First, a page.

Politics & Policy

Unlucky Strikes

Why French railway workers should spend more time watching American TV writers.

Here’s a sad story from the annals of collective wisdom, union-style: I once watched the Teamsters organize workers at a company that was battling successfully against two non-union rivals in a tight market. The company was paying its workers more and giving them benefits their competitors could only envy. Then the union called a strike. The competitors split the market between them, the unionized company folded, and in no time the striking workers were all left jobless. The Teamsters moved on and never did get around to organizing those other two companies.

I’m sure this has happened many times, and in many places, over the last ten or twenty years. Not to be unkind, but often unions seem a little like something from the past that just won’t go away. Not to digress, but did you read in Reuters that Walter Cronkite is going to do commentary for a geezer channel on that new-fangled cable thing? It’s true. I hope he finally endorses Mondale.

Living relics are always popular — beloved, some might say. Although Paris is often criticized by the French themselves as a “living museum,” the word that unions were going to make a stand against President Nicolas Sarkozy’s much-heralded economic reforms brought the European press out to see the now-familiar, historical re-enactors, dressed as union members and college students, throw the conveniently cobblestoned streets at authentic French riot police while the cameras roll.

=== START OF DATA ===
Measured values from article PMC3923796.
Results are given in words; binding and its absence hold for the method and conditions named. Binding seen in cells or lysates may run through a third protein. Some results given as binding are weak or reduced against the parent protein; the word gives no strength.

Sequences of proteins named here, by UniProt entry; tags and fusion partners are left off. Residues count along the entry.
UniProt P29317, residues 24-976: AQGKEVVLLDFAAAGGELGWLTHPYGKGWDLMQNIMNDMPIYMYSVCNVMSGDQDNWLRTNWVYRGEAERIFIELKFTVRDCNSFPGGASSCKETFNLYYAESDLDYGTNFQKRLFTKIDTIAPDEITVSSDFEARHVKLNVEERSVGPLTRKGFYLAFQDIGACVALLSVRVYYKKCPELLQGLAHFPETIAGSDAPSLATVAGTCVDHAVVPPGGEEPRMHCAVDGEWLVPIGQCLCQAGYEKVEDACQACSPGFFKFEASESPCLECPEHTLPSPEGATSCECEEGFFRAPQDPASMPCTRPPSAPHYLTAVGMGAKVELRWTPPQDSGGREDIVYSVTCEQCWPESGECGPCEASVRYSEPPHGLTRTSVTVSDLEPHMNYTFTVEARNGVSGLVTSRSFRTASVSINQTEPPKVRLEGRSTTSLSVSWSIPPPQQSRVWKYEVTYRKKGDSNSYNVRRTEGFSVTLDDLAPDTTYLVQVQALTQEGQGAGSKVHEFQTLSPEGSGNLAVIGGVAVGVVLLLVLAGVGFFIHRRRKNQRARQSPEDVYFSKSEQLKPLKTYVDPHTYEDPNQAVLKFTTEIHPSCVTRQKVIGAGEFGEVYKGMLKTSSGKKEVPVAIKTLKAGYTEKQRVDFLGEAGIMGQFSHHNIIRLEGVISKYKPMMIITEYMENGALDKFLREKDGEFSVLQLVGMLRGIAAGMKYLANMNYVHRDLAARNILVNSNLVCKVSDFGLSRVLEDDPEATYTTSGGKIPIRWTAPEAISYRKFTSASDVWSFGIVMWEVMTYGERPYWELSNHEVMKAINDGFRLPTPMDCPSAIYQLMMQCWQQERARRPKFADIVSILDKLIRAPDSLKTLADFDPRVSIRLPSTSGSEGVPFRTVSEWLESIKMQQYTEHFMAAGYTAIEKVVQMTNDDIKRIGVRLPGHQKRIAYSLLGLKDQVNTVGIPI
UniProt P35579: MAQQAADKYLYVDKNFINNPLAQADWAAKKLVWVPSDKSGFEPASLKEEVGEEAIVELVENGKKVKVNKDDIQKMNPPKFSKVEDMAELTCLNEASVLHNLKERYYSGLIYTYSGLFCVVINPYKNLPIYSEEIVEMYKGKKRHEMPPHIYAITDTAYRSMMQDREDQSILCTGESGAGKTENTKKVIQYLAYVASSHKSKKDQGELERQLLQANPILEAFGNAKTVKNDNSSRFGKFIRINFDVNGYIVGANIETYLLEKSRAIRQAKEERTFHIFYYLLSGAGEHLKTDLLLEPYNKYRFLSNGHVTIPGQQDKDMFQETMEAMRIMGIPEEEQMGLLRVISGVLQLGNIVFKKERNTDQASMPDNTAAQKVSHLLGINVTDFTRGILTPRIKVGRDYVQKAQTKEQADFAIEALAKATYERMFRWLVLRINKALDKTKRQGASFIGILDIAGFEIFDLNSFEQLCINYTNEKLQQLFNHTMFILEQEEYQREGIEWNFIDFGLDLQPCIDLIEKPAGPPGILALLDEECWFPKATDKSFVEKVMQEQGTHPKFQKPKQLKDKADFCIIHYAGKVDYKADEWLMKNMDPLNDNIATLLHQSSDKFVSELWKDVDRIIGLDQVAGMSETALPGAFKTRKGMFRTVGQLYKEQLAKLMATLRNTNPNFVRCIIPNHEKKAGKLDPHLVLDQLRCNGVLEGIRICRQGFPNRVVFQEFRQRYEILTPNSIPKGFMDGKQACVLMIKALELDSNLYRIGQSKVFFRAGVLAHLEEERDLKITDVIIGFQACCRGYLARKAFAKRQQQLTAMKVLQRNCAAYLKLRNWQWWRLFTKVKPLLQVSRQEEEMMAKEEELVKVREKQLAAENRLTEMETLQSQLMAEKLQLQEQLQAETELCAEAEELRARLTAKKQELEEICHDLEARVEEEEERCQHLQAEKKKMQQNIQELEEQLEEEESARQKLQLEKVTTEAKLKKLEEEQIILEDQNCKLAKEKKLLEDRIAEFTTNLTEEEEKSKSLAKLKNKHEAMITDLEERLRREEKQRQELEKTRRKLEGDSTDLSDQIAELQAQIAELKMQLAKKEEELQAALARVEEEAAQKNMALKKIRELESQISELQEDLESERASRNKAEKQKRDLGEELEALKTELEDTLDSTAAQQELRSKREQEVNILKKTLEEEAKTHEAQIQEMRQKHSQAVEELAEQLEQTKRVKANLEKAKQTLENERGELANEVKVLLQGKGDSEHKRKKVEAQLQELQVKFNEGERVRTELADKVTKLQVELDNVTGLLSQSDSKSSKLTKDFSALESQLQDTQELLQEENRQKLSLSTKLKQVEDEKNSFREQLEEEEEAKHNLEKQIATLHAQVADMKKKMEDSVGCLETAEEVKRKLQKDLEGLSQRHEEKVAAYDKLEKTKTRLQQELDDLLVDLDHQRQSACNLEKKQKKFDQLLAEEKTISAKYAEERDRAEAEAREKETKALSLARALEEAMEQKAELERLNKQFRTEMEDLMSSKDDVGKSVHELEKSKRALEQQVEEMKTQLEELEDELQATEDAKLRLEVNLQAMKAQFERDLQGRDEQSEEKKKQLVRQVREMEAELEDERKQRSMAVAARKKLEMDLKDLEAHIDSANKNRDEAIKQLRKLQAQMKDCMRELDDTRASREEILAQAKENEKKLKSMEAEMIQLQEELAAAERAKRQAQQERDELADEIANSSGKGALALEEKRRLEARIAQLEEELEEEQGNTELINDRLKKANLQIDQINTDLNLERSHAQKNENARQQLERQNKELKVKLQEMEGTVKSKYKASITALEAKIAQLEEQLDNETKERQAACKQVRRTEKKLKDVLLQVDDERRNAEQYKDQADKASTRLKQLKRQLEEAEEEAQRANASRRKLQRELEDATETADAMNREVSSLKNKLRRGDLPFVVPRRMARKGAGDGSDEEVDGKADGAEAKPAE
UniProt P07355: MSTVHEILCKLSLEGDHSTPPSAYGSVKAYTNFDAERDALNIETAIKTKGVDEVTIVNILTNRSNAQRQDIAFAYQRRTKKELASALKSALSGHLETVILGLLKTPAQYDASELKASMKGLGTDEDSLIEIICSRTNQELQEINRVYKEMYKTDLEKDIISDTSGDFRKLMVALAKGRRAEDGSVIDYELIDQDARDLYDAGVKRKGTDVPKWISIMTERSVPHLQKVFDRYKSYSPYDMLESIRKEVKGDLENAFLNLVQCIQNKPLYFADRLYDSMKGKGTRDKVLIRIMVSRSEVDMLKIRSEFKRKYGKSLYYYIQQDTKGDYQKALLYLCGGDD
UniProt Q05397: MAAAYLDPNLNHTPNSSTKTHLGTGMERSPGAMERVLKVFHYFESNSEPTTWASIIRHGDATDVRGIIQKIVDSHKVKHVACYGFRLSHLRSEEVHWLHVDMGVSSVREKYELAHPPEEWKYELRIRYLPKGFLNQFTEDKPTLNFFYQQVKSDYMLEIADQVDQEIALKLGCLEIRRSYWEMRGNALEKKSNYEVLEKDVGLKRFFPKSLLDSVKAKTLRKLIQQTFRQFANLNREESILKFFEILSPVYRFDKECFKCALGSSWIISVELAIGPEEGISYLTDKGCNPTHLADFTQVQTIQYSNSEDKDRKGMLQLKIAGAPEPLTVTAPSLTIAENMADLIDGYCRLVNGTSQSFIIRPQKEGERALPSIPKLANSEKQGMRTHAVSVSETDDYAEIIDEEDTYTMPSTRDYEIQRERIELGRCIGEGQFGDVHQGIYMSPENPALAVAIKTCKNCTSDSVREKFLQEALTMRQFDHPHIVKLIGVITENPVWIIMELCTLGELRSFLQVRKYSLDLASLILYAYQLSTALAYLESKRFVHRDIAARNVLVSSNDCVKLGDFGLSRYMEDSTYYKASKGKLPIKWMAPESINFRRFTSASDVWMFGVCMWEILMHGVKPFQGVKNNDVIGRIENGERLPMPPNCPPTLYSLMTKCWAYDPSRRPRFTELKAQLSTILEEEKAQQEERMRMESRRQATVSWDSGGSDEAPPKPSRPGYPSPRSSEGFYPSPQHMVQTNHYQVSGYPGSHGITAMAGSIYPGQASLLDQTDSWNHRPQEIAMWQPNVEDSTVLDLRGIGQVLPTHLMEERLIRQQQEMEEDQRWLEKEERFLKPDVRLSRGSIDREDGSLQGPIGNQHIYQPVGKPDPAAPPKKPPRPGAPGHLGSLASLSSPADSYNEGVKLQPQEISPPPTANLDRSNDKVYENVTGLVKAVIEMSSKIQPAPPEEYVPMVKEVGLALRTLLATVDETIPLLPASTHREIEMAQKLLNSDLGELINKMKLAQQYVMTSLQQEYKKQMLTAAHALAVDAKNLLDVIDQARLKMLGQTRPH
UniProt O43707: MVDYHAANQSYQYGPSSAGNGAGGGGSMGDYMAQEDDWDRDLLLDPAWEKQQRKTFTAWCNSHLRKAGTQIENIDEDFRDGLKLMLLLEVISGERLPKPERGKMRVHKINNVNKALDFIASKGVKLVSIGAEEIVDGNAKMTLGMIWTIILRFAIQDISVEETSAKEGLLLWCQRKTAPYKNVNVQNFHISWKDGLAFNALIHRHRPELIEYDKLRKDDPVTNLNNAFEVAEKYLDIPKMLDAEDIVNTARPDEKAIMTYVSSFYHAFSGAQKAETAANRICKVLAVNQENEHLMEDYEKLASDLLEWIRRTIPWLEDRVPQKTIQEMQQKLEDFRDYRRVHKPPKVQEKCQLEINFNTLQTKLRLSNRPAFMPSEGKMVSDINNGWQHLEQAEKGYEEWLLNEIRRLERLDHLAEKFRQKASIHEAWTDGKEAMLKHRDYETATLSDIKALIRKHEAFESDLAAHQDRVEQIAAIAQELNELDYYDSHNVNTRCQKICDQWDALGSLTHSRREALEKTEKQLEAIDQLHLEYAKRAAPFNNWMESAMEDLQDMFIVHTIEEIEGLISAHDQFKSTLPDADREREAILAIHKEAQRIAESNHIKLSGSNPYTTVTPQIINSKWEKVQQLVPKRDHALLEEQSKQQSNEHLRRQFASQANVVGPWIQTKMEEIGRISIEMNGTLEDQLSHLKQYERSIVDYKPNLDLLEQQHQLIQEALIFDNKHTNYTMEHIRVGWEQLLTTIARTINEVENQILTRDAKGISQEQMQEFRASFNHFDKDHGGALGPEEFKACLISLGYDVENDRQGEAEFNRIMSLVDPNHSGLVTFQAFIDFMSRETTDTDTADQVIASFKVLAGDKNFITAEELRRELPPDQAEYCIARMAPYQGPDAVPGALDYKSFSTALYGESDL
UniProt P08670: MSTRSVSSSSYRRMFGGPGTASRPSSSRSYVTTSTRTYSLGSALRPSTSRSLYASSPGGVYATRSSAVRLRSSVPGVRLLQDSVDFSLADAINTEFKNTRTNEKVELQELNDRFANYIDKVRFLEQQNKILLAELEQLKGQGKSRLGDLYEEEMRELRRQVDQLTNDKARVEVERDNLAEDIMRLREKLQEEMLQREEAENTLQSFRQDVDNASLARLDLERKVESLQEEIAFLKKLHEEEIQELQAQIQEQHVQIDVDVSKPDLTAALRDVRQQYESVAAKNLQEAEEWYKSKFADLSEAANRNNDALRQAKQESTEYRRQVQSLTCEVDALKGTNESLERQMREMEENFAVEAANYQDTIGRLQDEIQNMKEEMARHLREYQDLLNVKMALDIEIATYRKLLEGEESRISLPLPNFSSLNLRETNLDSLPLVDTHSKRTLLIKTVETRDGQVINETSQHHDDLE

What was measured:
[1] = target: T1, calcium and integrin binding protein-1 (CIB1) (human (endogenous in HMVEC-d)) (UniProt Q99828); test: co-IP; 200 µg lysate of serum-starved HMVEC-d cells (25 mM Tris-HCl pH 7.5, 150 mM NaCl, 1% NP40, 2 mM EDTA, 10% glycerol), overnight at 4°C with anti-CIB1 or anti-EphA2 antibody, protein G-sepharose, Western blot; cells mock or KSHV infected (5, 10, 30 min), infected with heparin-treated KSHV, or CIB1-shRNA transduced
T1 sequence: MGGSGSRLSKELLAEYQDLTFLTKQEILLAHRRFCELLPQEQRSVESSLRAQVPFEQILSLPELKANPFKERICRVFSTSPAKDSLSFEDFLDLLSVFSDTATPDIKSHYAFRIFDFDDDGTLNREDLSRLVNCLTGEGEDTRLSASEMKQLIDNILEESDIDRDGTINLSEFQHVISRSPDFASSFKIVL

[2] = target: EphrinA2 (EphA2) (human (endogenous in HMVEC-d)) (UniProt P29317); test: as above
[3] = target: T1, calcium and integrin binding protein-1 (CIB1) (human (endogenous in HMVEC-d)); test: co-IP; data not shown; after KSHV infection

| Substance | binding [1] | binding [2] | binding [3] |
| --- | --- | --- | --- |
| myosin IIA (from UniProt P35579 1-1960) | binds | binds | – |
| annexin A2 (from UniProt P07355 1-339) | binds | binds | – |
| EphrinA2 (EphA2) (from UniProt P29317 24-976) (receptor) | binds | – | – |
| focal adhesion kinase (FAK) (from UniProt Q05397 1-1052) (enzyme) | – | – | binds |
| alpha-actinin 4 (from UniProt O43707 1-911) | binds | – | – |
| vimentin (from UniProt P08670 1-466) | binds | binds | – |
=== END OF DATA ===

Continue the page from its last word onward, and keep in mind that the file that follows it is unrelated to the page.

As the strike grew, the BBC’s confused man in Paris saw the whole thing as a kind of paradoxical retro-fest in which the power of the people in the street was ranged against …uh, the power of the people in voting booths. They’re the ones who had voted for Sarkozy and his promises of economic reform, especially of insupportable pensions. There’s always something poignant about the Knutishness of those who represent industries nurtured by subsidies fighting to hold onto their own sweet deals, and the transport workers were certainly marching against the tide. Maybe that’s why many British papers echoed the view of The Economist, which saw the strikes as providing Sarko with the chance to grab a great Thatcher moment, and do as the formidable British prime minister did in 1984 and 1985, when she faced down the left. When the dust settled, the unions were divided and weakened, and the head of the National Union of Mineworkers, Arthur Scargill, had been reduced from an important labor leader to a minor annoyance standing in the way of Britain’s progress into the late 20th century. Scargill’s extremist excesses played into Thatcher’s hands just as the hardline CGT-cheminot types seemed to be doing for Sarkozy.